I've always been fascinated by spiders. I used to collect them when I was younger. I'd spend hours rooting through the dusty old shed at the bottom of our garden, hunting the cobwebs for lurking eight-legged predators. When I found one, I'd bring it in and let it loose in my bedroom.
It used to drive my mom crazy!
Usually, the spider would slip away after no more than a day or two, never to be seen again, but sometimes they hung around longer. I had one who made a cobweb above my bed and stood guard for almost a month. Going to sleep, I used to imagine the spider creeping down, crawling into my mouth, sliding down my throat, and laying loads of eggs in my belly. The baby spiders would hatch after a while and eat me alive, from the inside out.
I loved being scared when I was little.
When I was nine, my mom and dad gave me a small tarantula. It wasn't poisonous or very big, but it was the greatest gift I'd ever received. I played with that spider almost every waking hour of the day. Gave it all sorts of treats: flies and cockroaches and tiny worms. Spoiled it rotten.
Then, one day, I did something stupid. I'd been watching a cartoon in which one of the characters was sucked up by a vacuum cleaner. No harm came to him. He squeezed out of the bag, dusty and dirty and mad as hell. It was very funny.
So funny, I tried it myself. With the tarantula.
Needless to say, things didn't happen quite like they did in the cartoon. The spider was ripped to pieces. I cried a lot, but it was too late for tears. My pet was dead, it was my fault, and there was nothing I could do about it.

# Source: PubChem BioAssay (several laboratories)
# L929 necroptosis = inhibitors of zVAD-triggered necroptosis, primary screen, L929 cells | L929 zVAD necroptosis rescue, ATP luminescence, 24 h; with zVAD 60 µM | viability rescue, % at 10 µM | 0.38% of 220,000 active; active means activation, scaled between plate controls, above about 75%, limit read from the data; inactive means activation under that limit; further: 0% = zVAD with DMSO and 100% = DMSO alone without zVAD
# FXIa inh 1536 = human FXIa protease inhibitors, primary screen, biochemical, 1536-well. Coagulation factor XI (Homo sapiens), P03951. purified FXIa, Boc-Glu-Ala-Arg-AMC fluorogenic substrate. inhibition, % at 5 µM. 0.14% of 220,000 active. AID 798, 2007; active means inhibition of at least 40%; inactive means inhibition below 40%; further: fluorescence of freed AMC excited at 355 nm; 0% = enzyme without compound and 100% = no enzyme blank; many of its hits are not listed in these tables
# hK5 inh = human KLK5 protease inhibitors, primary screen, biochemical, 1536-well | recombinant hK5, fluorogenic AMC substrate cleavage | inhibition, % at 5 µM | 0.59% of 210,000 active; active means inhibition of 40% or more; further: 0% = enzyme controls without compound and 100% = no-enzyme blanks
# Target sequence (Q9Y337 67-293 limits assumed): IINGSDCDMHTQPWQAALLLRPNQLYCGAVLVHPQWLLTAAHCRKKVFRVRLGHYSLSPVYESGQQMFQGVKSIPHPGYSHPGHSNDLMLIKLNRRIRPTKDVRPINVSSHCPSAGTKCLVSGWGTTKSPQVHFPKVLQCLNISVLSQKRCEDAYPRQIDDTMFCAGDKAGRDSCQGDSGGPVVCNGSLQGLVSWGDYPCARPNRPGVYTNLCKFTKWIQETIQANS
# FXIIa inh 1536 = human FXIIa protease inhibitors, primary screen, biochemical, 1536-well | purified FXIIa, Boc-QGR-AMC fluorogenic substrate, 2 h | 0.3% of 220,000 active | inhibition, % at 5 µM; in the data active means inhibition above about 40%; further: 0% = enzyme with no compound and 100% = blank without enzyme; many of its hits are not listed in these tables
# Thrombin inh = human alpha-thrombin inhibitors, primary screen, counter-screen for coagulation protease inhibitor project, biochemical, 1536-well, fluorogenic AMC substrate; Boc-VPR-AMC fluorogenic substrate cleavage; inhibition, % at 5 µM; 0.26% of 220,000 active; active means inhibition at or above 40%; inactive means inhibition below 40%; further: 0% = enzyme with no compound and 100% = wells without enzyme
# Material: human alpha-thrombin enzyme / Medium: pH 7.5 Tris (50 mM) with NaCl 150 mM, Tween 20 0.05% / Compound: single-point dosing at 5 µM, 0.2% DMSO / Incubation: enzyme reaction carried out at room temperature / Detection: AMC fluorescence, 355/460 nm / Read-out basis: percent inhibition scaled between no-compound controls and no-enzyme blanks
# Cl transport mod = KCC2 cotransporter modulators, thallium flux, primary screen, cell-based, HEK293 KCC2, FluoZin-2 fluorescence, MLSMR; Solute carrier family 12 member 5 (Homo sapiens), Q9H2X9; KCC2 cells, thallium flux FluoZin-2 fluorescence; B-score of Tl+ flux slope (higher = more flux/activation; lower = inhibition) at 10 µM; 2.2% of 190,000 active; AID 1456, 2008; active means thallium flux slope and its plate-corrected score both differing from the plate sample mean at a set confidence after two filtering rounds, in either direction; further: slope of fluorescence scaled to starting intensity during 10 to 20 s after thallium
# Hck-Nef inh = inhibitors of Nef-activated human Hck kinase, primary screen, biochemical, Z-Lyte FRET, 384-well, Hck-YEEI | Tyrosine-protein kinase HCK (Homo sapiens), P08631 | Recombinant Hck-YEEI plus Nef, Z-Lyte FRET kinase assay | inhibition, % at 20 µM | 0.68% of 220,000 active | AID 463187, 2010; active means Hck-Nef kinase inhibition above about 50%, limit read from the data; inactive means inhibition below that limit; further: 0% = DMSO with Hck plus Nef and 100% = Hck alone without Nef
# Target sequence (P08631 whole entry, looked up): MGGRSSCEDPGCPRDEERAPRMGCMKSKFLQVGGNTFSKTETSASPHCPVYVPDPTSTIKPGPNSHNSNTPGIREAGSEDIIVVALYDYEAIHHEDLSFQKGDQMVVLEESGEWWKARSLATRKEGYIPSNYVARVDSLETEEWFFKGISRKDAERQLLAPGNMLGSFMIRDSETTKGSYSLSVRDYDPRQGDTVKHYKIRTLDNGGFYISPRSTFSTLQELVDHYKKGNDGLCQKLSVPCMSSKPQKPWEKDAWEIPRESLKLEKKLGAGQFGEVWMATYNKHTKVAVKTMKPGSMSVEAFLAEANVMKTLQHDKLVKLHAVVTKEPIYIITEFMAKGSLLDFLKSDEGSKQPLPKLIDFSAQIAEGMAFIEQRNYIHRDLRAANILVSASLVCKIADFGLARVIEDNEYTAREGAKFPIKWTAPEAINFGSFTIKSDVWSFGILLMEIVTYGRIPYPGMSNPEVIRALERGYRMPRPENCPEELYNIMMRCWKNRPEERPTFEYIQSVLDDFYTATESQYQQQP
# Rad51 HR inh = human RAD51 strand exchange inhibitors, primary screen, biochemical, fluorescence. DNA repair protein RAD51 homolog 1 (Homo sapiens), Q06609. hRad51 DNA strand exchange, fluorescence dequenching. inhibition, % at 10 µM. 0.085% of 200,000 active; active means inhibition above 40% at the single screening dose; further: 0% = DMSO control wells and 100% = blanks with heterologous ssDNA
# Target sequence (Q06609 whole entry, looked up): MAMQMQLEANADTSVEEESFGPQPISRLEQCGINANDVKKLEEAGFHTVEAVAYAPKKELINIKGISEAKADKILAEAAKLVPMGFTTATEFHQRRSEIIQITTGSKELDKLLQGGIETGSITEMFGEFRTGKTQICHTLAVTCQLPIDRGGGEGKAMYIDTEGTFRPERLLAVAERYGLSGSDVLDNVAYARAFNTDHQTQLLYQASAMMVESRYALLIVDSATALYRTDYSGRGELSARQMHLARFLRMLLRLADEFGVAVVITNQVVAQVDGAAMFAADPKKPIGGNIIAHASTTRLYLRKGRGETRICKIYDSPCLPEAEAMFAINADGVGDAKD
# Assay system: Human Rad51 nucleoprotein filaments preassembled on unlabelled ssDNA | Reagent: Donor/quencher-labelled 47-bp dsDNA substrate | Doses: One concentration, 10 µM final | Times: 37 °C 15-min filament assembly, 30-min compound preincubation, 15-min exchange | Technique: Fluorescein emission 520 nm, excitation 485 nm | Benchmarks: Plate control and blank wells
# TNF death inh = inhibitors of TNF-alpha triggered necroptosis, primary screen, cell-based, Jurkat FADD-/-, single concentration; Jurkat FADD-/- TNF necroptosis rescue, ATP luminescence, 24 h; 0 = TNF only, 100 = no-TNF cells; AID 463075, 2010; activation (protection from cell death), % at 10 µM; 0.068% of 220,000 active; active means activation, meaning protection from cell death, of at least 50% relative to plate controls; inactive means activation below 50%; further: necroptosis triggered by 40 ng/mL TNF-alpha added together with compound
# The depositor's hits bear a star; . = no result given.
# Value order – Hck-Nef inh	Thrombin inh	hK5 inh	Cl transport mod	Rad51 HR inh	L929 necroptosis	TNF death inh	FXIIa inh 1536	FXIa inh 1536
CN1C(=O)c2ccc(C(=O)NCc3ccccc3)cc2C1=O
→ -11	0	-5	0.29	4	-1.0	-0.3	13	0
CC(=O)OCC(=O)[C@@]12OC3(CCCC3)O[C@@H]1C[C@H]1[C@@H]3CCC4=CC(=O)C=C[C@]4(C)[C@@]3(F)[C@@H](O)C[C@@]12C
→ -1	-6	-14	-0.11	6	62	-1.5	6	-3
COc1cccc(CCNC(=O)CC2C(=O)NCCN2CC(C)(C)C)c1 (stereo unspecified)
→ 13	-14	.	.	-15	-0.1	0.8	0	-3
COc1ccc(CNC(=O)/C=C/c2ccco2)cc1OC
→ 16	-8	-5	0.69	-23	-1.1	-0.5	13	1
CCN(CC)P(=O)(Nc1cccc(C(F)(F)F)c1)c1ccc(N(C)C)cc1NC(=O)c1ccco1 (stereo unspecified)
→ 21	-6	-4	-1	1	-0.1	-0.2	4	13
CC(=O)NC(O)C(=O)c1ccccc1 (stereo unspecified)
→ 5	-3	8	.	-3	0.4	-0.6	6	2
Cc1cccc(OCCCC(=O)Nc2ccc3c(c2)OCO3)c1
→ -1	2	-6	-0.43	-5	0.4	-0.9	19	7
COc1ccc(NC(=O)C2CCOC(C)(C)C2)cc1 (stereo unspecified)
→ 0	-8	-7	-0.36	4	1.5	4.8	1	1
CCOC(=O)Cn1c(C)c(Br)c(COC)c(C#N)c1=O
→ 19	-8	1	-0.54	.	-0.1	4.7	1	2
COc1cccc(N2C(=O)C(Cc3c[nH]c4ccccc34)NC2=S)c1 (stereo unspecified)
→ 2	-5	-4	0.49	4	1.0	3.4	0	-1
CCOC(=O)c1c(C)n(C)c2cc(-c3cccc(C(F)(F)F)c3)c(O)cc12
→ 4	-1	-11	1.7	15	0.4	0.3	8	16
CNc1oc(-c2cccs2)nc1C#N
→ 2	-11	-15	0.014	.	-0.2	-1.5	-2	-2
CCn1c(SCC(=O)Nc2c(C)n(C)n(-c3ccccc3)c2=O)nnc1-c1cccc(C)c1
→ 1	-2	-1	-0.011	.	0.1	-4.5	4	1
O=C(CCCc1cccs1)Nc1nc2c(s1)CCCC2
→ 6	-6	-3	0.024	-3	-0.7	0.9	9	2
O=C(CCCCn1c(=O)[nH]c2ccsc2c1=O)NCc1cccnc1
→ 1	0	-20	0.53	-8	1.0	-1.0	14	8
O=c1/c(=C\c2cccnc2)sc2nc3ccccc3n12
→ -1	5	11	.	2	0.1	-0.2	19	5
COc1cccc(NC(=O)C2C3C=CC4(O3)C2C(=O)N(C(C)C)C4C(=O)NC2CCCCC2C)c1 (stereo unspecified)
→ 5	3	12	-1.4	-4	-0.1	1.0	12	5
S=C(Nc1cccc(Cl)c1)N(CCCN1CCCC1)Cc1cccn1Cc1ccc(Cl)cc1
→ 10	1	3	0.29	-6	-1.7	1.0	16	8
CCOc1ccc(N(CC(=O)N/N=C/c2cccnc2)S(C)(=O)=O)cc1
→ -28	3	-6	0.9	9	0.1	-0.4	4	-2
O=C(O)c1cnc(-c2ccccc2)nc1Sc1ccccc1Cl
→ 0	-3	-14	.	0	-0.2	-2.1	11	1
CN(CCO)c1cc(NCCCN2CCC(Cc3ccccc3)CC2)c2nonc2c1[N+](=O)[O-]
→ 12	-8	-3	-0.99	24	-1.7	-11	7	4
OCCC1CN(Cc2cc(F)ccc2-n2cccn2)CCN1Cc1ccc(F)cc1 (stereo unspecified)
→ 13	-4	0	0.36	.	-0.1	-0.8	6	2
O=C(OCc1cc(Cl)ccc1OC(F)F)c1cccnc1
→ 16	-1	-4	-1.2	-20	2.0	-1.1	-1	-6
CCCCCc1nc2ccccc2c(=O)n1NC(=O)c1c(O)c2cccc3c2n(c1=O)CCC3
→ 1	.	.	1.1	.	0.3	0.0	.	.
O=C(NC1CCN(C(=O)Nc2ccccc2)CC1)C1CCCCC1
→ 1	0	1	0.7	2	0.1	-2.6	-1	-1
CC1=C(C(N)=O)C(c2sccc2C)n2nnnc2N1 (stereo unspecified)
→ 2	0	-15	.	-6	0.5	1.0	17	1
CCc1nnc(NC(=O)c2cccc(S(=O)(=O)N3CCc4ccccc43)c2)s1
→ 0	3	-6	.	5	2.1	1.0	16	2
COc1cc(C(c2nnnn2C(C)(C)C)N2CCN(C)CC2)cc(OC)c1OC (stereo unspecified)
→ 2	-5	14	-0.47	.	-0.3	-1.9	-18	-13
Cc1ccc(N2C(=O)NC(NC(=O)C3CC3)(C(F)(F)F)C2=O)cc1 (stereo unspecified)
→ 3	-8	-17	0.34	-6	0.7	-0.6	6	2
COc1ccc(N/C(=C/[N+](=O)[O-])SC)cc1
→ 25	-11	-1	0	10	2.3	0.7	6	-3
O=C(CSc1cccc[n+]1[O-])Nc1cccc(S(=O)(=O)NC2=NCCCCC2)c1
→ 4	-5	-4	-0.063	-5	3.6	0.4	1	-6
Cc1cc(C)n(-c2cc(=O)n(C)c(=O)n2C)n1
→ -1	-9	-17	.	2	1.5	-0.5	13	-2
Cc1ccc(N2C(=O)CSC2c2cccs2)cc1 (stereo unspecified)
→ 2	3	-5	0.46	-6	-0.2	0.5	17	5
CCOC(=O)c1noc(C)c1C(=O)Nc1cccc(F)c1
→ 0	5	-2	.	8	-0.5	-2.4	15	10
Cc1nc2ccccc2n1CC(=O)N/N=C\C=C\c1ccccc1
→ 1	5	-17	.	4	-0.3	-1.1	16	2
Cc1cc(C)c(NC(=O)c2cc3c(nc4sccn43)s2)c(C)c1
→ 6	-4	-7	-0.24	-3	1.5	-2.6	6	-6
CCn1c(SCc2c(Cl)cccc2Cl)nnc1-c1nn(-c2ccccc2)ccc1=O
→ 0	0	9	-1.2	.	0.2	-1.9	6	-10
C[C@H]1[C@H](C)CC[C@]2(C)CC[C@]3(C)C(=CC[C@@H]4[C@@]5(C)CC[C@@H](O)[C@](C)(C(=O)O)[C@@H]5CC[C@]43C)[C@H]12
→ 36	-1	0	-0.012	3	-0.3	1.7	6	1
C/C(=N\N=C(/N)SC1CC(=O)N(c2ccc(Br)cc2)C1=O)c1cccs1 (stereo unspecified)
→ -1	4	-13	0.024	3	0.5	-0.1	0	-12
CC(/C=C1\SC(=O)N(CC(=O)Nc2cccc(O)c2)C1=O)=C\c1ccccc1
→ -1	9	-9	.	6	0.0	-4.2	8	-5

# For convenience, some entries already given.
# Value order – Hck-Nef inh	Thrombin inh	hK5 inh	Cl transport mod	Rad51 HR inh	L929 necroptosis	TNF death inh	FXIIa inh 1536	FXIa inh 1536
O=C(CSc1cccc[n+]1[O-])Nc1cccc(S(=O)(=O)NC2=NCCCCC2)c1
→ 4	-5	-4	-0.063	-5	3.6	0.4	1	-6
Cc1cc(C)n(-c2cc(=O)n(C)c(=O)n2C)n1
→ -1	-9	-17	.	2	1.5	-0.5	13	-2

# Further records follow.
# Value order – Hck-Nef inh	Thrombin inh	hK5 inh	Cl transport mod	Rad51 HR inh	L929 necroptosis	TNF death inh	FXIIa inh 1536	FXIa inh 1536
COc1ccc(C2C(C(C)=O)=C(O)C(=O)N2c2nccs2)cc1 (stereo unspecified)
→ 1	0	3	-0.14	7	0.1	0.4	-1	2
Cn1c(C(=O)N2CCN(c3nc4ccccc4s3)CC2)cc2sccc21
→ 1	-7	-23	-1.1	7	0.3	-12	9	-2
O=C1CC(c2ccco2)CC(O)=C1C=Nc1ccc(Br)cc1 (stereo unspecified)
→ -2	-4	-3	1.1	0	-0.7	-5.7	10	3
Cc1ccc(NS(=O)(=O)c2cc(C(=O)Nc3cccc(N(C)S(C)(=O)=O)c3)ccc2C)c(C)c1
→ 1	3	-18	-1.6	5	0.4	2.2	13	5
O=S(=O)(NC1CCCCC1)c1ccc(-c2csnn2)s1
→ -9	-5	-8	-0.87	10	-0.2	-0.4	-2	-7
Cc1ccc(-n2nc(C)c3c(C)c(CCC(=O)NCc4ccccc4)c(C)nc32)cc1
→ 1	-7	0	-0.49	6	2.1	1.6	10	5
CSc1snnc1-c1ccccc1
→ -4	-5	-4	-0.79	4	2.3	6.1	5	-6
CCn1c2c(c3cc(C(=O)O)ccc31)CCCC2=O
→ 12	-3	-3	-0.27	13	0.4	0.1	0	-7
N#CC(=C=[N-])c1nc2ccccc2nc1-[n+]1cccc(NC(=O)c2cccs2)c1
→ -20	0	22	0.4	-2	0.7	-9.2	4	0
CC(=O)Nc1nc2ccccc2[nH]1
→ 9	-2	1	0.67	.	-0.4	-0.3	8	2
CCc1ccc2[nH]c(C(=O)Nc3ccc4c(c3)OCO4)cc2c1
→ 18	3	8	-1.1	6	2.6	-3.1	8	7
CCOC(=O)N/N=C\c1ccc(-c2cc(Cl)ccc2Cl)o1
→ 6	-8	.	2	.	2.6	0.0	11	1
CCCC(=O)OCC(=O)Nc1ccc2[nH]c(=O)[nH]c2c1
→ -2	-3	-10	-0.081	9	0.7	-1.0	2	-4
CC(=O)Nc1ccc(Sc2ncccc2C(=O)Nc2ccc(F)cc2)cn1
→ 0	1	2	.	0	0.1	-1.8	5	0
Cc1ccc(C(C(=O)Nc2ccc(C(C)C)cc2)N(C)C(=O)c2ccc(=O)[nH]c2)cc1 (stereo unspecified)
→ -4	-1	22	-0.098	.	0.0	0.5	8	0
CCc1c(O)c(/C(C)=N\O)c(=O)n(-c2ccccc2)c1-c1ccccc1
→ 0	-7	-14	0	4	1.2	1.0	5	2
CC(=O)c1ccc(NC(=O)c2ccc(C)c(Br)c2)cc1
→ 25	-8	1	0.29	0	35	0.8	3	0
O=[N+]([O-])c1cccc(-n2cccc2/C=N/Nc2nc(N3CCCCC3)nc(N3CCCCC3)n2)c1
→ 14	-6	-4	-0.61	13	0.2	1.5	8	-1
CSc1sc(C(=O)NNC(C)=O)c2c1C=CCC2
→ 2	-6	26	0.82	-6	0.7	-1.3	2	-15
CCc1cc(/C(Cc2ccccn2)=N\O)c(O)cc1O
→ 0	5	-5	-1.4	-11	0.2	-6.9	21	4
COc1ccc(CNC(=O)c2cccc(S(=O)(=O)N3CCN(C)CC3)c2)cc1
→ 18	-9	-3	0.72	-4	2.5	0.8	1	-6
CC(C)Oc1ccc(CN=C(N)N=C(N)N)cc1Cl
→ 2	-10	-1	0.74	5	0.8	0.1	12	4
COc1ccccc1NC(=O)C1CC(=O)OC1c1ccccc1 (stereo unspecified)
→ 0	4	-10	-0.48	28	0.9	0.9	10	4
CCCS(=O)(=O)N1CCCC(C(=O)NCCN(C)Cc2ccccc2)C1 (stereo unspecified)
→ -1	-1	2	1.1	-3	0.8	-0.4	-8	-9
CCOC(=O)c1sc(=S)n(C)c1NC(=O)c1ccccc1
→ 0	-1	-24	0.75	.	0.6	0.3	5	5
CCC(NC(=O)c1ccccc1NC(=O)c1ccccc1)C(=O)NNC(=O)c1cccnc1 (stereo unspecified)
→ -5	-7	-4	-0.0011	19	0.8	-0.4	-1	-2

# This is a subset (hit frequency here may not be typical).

My parents practically hollered the roof down when they found out what I'd done -- the tarantula had cost quite a lot of money. They said I was irresponsible, and from that day on they never again let me have a pet, not even an ordinary garden spider.
I started with that tale from the past for two reasons. One will become obvious as this book unfolds. The other reason is:
This is a true story.
I don't expect you to believe me -- I wouldn't believe it myself if I hadn't lived it -- but it is. Everything I describe in this book happened, just as I tell it.
The thing about real life is, when you do something stupid, it normally costs you. In books, the heroes can make as many mistakes as they like. It doesn't matter what they do, because everything works out in the end. They'll beat the bad guys and put things right and everything ends up cool.
In real life, vacuum cleaners kill spiders. If you cross a busy road without looking, you get whacked by a car. If you fall out of a tree, you break some bones.
Real life's nasty. It's cruel. It doesn't care about heroes and happy endings and the way things should be. In real life, bad things happen. People die. Fights are lost. Evil often wins.
I just wanted to make that clear before I began.
One more thing: my name isn't really Darren Shan. Everything's true in this book, except for names. I've had to change them because... well, by the time you get to the end, you'll understand.
I haven't used any real names, not mine, my sister's, my friends, or teachers. Nobody's. I'm not even going to tell you the name of my town or country. I don't dare.
Anyway, that's enough of an introduction. If you're ready, let's begin. If this were a made-up story, it would begin at night, with a storm blowing and owls hooting and rattling noises under the bed. But this is a real story, so I have to begin where it really started.
It started in a toilet.
Copyright © 2001 by Darren Shan